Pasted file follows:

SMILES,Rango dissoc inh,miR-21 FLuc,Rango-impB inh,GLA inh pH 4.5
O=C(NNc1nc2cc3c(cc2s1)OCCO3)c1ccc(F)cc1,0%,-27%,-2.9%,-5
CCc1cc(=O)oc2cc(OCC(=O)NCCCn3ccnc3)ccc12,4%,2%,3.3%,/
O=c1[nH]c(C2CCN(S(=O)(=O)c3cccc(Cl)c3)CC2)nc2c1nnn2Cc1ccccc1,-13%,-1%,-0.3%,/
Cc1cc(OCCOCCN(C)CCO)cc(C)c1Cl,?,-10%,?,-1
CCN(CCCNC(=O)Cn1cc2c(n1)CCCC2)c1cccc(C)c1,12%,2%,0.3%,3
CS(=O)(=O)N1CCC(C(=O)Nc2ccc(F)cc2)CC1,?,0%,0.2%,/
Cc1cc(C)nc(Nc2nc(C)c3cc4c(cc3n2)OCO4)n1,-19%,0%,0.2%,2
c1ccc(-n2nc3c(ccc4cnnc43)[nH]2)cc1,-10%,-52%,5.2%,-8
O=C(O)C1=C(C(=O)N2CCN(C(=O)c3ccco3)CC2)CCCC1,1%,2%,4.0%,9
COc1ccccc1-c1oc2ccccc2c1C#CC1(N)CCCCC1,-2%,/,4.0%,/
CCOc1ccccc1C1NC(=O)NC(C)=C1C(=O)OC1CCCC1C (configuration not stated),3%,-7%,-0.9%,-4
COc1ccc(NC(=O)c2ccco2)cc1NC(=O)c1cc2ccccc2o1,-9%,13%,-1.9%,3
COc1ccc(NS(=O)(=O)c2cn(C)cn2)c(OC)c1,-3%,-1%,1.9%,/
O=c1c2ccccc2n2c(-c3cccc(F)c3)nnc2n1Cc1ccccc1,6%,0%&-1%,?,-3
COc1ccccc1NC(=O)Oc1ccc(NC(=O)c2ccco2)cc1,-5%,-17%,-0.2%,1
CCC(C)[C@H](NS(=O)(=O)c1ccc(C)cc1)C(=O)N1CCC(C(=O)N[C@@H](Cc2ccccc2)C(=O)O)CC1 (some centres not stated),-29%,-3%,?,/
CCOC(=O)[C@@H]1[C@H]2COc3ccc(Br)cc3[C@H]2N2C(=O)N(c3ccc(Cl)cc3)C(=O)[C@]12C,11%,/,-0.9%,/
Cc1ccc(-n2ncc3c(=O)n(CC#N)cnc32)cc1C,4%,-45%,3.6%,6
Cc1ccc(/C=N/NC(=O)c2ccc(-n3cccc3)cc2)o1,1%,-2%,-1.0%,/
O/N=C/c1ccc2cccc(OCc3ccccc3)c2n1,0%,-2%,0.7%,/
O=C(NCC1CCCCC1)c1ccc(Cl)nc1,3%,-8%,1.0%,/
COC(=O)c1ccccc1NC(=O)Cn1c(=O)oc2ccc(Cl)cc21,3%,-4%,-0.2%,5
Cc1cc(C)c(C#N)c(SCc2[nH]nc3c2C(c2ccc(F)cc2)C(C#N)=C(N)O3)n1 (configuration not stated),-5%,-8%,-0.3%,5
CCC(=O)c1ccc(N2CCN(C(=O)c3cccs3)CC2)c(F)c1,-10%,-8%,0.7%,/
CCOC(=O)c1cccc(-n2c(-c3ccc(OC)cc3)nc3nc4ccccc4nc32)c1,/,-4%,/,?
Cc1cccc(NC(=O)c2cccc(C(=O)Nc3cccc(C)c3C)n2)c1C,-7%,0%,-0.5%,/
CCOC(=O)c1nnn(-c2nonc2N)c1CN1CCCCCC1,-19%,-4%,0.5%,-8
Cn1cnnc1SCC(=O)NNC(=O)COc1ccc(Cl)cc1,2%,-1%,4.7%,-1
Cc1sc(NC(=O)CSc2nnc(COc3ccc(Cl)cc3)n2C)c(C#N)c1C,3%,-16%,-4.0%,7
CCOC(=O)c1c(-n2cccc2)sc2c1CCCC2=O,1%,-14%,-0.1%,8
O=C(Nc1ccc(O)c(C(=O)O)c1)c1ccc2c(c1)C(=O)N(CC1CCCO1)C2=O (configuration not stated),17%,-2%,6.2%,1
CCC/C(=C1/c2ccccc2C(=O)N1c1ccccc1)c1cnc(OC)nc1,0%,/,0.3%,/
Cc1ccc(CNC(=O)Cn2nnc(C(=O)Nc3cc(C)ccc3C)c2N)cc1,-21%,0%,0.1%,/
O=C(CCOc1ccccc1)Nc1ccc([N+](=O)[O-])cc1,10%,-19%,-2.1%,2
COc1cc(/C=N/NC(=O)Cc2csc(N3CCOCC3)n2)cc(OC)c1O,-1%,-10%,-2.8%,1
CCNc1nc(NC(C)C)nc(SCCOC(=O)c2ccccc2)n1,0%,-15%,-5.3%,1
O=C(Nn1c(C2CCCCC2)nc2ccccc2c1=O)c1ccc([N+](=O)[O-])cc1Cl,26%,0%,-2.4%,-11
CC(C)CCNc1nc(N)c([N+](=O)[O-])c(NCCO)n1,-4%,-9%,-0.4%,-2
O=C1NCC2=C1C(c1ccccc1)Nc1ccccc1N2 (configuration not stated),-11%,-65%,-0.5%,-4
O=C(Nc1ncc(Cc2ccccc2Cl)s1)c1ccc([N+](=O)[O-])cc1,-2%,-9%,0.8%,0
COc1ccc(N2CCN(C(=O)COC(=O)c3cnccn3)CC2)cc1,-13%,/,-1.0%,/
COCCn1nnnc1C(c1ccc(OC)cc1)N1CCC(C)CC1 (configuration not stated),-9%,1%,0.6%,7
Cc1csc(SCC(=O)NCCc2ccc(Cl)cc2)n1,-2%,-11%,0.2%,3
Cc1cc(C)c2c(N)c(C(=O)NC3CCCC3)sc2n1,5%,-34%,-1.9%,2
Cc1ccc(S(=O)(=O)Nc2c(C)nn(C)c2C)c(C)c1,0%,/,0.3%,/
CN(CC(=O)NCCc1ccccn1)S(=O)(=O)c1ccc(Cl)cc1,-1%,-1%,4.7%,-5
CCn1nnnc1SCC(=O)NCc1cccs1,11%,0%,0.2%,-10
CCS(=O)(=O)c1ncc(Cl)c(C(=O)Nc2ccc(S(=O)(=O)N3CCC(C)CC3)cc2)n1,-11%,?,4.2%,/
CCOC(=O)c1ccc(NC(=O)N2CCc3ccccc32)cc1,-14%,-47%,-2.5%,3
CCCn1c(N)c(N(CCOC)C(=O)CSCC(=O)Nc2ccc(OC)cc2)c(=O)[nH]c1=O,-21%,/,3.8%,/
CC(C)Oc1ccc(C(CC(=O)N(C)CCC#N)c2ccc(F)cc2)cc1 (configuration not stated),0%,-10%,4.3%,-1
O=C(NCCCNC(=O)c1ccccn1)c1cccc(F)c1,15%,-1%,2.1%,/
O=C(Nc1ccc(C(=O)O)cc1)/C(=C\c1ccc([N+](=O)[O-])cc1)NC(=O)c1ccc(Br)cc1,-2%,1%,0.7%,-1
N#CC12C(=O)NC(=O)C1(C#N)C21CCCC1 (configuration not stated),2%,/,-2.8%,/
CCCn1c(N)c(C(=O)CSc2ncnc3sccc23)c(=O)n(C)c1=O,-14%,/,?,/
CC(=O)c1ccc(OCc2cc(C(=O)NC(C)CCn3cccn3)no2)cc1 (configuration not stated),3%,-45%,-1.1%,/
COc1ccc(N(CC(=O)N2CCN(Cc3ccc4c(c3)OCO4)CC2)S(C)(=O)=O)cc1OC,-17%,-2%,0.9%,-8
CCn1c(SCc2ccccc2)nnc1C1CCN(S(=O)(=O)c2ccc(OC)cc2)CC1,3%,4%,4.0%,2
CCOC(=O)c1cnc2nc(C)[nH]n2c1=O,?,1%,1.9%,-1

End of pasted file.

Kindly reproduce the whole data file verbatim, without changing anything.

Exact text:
SMILES,Rango dissoc inh,miR-21 FLuc,Rango-impB inh,GLA inh pH 4.5
O=C(NNc1nc2cc3c(cc2s1)OCCO3)c1ccc(F)cc1,0%,-27%,-2.9%,-5
CCc1cc(=O)oc2cc(OCC(=O)NCCCn3ccnc3)ccc12,4%,2%,3.3%,/
O=c1[nH]c(C2CCN(S(=O)(=O)c3cccc(Cl)c3)CC2)nc2c1nnn2Cc1ccccc1,-13%,-1%,-0.3%,/
Cc1cc(OCCOCCN(C)CCO)cc(C)c1Cl,?,-10%,?,-1
CCN(CCCNC(=O)Cn1cc2c(n1)CCCC2)c1cccc(C)c1,12%,2%,0.3%,3
CS(=O)(=O)N1CCC(C(=O)Nc2ccc(F)cc2)CC1,?,0%,0.2%,/
Cc1cc(C)nc(Nc2nc(C)c3cc4c(cc3n2)OCO4)n1,-19%,0%,0.2%,2
c1ccc(-n2nc3c(ccc4cnnc43)[nH]2)cc1,-10%,-52%,5.2%,-8
O=C(O)C1=C(C(=O)N2CCN(C(=O)c3ccco3)CC2)CCCC1,1%,2%,4.0%,9
COc1ccccc1-c1oc2ccccc2c1C#CC1(N)CCCCC1,-2%,/,4.0%,/
CCOc1ccccc1C1NC(=O)NC(C)=C1C(=O)OC1CCCC1C (configuration not stated),3%,-7%,-0.9%,-4
COc1ccc(NC(=O)c2ccco2)cc1NC(=O)c1cc2ccccc2o1,-9%,13%,-1.9%,3
COc1ccc(NS(=O)(=O)c2cn(C)cn2)c(OC)c1,-3%,-1%,1.9%,/
O=c1c2ccccc2n2c(-c3cccc(F)c3)nnc2n1Cc1ccccc1,6%,0%&-1%,?,-3
COc1ccccc1NC(=O)Oc1ccc(NC(=O)c2ccco2)cc1,-5%,-17%,-0.2%,1
CCC(C)[C@H](NS(=O)(=O)c1ccc(C)cc1)C(=O)N1CCC(C(=O)N[C@@H](Cc2ccccc2)C(=O)O)CC1 (some centres not stated),-29%,-3%,?,/
CCOC(=O)[C@@H]1[C@H]2COc3ccc(Br)cc3[C@H]2N2C(=O)N(c3ccc(Cl)cc3)C(=O)[C@]12C,11%,/,-0.9%,/
Cc1ccc(-n2ncc3c(=O)n(CC#N)cnc32)cc1C,4%,-45%,3.6%,6
Cc1ccc(/C=N/NC(=O)c2ccc(-n3cccc3)cc2)o1,1%,-2%,-1.0%,/
O/N=C/c1ccc2cccc(OCc3ccccc3)c2n1,0%,-2%,0.7%,/
O=C(NCC1CCCCC1)c1ccc(Cl)nc1,3%,-8%,1.0%,/
COC(=O)c1ccccc1NC(=O)Cn1c(=O)oc2ccc(Cl)cc21,3%,-4%,-0.2%,5
Cc1cc(C)c(C#N)c(SCc2[nH]nc3c2C(c2ccc(F)cc2)C(C#N)=C(N)O3)n1 (configuration not stated),-5%,-8%,-0.3%,5
CCC(=O)c1ccc(N2CCN(C(=O)c3cccs3)CC2)c(F)c1,-10%,-8%,0.7%,/
CCOC(=O)c1cccc(-n2c(-c3ccc(OC)cc3)nc3nc4ccccc4nc32)c1,/,-4%,/,?
Cc1cccc(NC(=O)c2cccc(C(=O)Nc3cccc(C)c3C)n2)c1C,-7%,0%,-0.5%,/
CCOC(=O)c1nnn(-c2nonc2N)c1CN1CCCCCC1,-19%,-4%,0.5%,-8
Cn1cnnc1SCC(=O)NNC(=O)COc1ccc(Cl)cc1,2%,-1%,4.7%,-1
Cc1sc(NC(=O)CSc2nnc(COc3ccc(Cl)cc3)n2C)c(C#N)c1C,3%,-16%,-4.0%,7
CCOC(=O)c1c(-n2cccc2)sc2c1CCCC2=O,1%,-14%,-0.1%,8
O=C(Nc1ccc(O)c(C(=O)O)c1)c1ccc2c(c1)C(=O)N(CC1CCCO1)C2=O (configuration not stated),17%,-2%,6.2%,1
CCC/C(=C1/c2ccccc2C(=O)N1c1ccccc1)c1cnc(OC)nc1,0%,/,0.3%,/
Cc1ccc(CNC(=O)Cn2nnc(C(=O)Nc3cc(C)ccc3C)c2N)cc1,-21%,0%,0.1%,/
O=C(CCOc1ccccc1)Nc1ccc([N+](=O)[O-])cc1,10%,-19%,-2.1%,2
COc1cc(/C=N/NC(=O)Cc2csc(N3CCOCC3)n2)cc(OC)c1O,-1%,-10%,-2.8%,1
CCNc1nc(NC(C)C)nc(SCCOC(=O)c2ccccc2)n1,0%,-15%,-5.3%,1
O=C(Nn1c(C2CCCCC2)nc2ccccc2c1=O)c1ccc([N+](=O)[O-])cc1Cl,26%,0%,-2.4%,-11
CC(C)CCNc1nc(N)c([N+](=O)[O-])c(NCCO)n1,-4%,-9%,-0.4%,-2
O=C1NCC2=C1C(c1ccccc1)Nc1ccccc1N2 (configuration not stated),-11%,-65%,-0.5%,-4
O=C(Nc1ncc(Cc2ccccc2Cl)s1)c1ccc([N+](=O)[O-])cc1,-2%,-9%,0.8%,0
COc1ccc(N2CCN(C(=O)COC(=O)c3cnccn3)CC2)cc1,-13%,/,-1.0%,/
COCCn1nnnc1C(c1ccc(OC)cc1)N1CCC(C)CC1 (configuration not stated),-9%,1%,0.6%,7
Cc1csc(SCC(=O)NCCc2ccc(Cl)cc2)n1,-2%,-11%,0.2%,3
Cc1cc(C)c2c(N)c(C(=O)NC3CCCC3)sc2n1,5%,-34%,-1.9%,2
Cc1ccc(S(=O)(=O)Nc2c(C)nn(C)c2C)c(C)c1,0%,/,0.3%,/
CN(CC(=O)NCCc1ccccn1)S(=O)(=O)c1ccc(Cl)cc1,-1%,-1%,4.7%,-5
CCn1nnnc1SCC(=O)NCc1cccs1,11%,0%,0.2%,-10
CCS(=O)(=O)c1ncc(Cl)c(C(=O)Nc2ccc(S(=O)(=O)N3CCC(C)CC3)cc2)n1,-11%,?,4.2%,/
CCOC(=O)c1ccc(NC(=O)N2CCc3ccccc32)cc1,-14%,-47%,-2.5%,3
CCCn1c(N)c(N(CCOC)C(=O)CSCC(=O)Nc2ccc(OC)cc2)c(=O)[nH]c1=O,-21%,/,3.8%,/
CC(C)Oc1ccc(C(CC(=O)N(C)CCC#N)c2ccc(F)cc2)cc1 (configuration not stated),0%,-10%,4.3%,-1
O=C(NCCCNC(=O)c1ccccn1)c1cccc(F)c1,15%,-1%,2.1%,/
O=C(Nc1ccc(C(=O)O)cc1)/C(=C\c1ccc([N+](=O)[O-])cc1)NC(=O)c1ccc(Br)cc1,-2%,1%,0.7%,-1
N#CC12C(=O)NC(=O)C1(C#N)C21CCCC1 (configuration not stated),2%,/,-2.8%,/
CCCn1c(N)c(C(=O)CSc2ncnc3sccc23)c(=O)n(C)c1=O,-14%,/,?,/
CC(=O)c1ccc(OCc2cc(C(=O)NC(C)CCn3cccn3)no2)cc1 (configuration not stated),3%,-45%,-1.1%,/
COc1ccc(N(CC(=O)N2CCN(Cc3ccc4c(c3)OCO4)CC2)S(C)(=O)=O)cc1OC,-17%,-2%,0.9%,-8
CCn1c(SCc2ccccc2)nnc1C1CCN(S(=O)(=O)c2ccc(OC)cc2)CC1,3%,4%,4.0%,2
CCOC(=O)c1cnc2nc(C)[nH]n2c1=O,?,1%,1.9%,-1